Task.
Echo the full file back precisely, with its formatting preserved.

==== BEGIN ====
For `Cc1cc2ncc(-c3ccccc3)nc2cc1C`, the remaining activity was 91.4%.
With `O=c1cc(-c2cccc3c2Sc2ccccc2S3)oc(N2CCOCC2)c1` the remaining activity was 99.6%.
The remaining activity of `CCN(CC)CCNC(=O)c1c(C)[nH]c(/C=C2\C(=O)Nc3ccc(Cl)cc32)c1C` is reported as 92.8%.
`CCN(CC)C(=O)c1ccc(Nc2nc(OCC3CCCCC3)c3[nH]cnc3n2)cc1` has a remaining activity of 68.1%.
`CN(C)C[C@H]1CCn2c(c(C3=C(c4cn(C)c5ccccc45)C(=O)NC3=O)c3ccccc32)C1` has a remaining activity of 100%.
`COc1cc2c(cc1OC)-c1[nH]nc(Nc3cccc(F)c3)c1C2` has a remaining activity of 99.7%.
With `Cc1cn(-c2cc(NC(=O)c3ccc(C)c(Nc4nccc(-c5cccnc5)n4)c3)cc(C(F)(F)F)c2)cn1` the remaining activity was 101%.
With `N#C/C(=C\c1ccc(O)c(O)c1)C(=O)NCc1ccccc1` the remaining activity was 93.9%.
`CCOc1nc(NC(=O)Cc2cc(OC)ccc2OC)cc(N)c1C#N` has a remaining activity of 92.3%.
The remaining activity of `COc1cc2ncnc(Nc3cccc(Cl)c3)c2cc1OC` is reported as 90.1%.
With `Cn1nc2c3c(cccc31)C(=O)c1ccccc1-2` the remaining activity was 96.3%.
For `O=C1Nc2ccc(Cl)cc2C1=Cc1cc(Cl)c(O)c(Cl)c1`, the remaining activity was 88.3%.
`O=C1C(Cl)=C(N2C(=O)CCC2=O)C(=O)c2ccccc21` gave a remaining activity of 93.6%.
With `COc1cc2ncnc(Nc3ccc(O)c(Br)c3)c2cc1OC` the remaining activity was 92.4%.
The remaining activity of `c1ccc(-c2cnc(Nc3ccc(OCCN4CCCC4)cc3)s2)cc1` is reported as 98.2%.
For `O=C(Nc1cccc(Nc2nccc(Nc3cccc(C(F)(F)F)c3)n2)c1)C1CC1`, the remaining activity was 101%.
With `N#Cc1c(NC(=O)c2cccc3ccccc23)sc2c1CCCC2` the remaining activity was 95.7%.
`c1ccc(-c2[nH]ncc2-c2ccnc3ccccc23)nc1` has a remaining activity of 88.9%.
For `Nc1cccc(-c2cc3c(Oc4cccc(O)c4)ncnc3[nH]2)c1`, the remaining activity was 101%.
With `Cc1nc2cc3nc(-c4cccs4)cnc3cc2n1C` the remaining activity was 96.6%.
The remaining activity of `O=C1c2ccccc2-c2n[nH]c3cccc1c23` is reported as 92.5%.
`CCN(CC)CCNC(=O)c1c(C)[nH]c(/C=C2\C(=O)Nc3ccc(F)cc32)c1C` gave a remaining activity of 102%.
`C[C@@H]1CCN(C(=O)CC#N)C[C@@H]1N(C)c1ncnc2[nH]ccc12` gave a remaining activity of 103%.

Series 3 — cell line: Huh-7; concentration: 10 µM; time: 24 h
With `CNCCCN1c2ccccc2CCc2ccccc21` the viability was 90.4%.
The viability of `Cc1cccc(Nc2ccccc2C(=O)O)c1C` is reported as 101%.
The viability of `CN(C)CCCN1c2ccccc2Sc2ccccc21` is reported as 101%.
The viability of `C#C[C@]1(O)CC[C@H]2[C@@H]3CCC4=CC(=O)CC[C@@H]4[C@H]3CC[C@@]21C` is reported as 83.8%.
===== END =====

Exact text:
For `Cc1cc2ncc(-c3ccccc3)nc2cc1C`, the remaining activity was 91.4%.
With `O=c1cc(-c2cccc3c2Sc2ccccc2S3)oc(N2CCOCC2)c1` the remaining activity was 99.6%.
The remaining activity of `CCN(CC)CCNC(=O)c1c(C)[nH]c(/C=C2\C(=O)Nc3ccc(Cl)cc32)c1C` is reported as 92.8%.
`CCN(CC)C(=O)c1ccc(Nc2nc(OCC3CCCCC3)c3[nH]cnc3n2)cc1` has a remaining activity of 68.1%.
`CN(C)C[C@H]1CCn2c(c(C3=C(c4cn(C)c5ccccc45)C(=O)NC3=O)c3ccccc32)C1` has a remaining activity of 100%.
`COc1cc2c(cc1OC)-c1[nH]nc(Nc3cccc(F)c3)c1C2` has a remaining activity of 99.7%.
With `Cc1cn(-c2cc(NC(=O)c3ccc(C)c(Nc4nccc(-c5cccnc5)n4)c3)cc(C(F)(F)F)c2)cn1` the remaining activity was 101%.
With `N#C/C(=C\c1ccc(O)c(O)c1)C(=O)NCc1ccccc1` the remaining activity was 93.9%.
`CCOc1nc(NC(=O)Cc2cc(OC)ccc2OC)cc(N)c1C#N` has a remaining activity of 92.3%.
The remaining activity of `COc1cc2ncnc(Nc3cccc(Cl)c3)c2cc1OC` is reported as 90.1%.
With `Cn1nc2c3c(cccc31)C(=O)c1ccccc1-2` the remaining activity was 96.3%.
For `O=C1Nc2ccc(Cl)cc2C1=Cc1cc(Cl)c(O)c(Cl)c1`, the remaining activity was 88.3%.
`O=C1C(Cl)=C(N2C(=O)CCC2=O)C(=O)c2ccccc21` gave a remaining activity of 93.6%.
With `COc1cc2ncnc(Nc3ccc(O)c(Br)c3)c2cc1OC` the remaining activity was 92.4%.
The remaining activity of `c1ccc(-c2cnc(Nc3ccc(OCCN4CCCC4)cc3)s2)cc1` is reported as 98.2%.
For `O=C(Nc1cccc(Nc2nccc(Nc3cccc(C(F)(F)F)c3)n2)c1)C1CC1`, the remaining activity was 101%.
With `N#Cc1c(NC(=O)c2cccc3ccccc23)sc2c1CCCC2` the remaining activity was 95.7%.
`c1ccc(-c2[nH]ncc2-c2ccnc3ccccc23)nc1` has a remaining activity of 88.9%.
For `Nc1cccc(-c2cc3c(Oc4cccc(O)c4)ncnc3[nH]2)c1`, the remaining activity was 101%.
With `Cc1nc2cc3nc(-c4cccs4)cnc3cc2n1C` the remaining activity was 96.6%.
The remaining activity of `O=C1c2ccccc2-c2n[nH]c3cccc1c23` is reported as 92.5%.
`CCN(CC)CCNC(=O)c1c(C)[nH]c(/C=C2\C(=O)Nc3ccc(F)cc32)c1C` gave a remaining activity of 102%.
`C[C@@H]1CCN(C(=O)CC#N)C[C@@H]1N(C)c1ncnc2[nH]ccc12` gave a remaining activity of 103%.

Series 3 — cell line: Huh-7; concentration: 10 µM; time: 24 h
With `CNCCCN1c2ccccc2CCc2ccccc21` the viability was 90.4%.
The viability of `Cc1cccc(Nc2ccccc2C(=O)O)c1C` is reported as 101%.
The viability of `CN(C)CCCN1c2ccccc2Sc2ccccc21` is reported as 101%.
The viability of `C#C[C@]1(O)CC[C@H]2[C@@H]3CCC4=CC(=O)CC[C@@H]4[C@H]3CC[C@@]21C` is reported as 83.8%.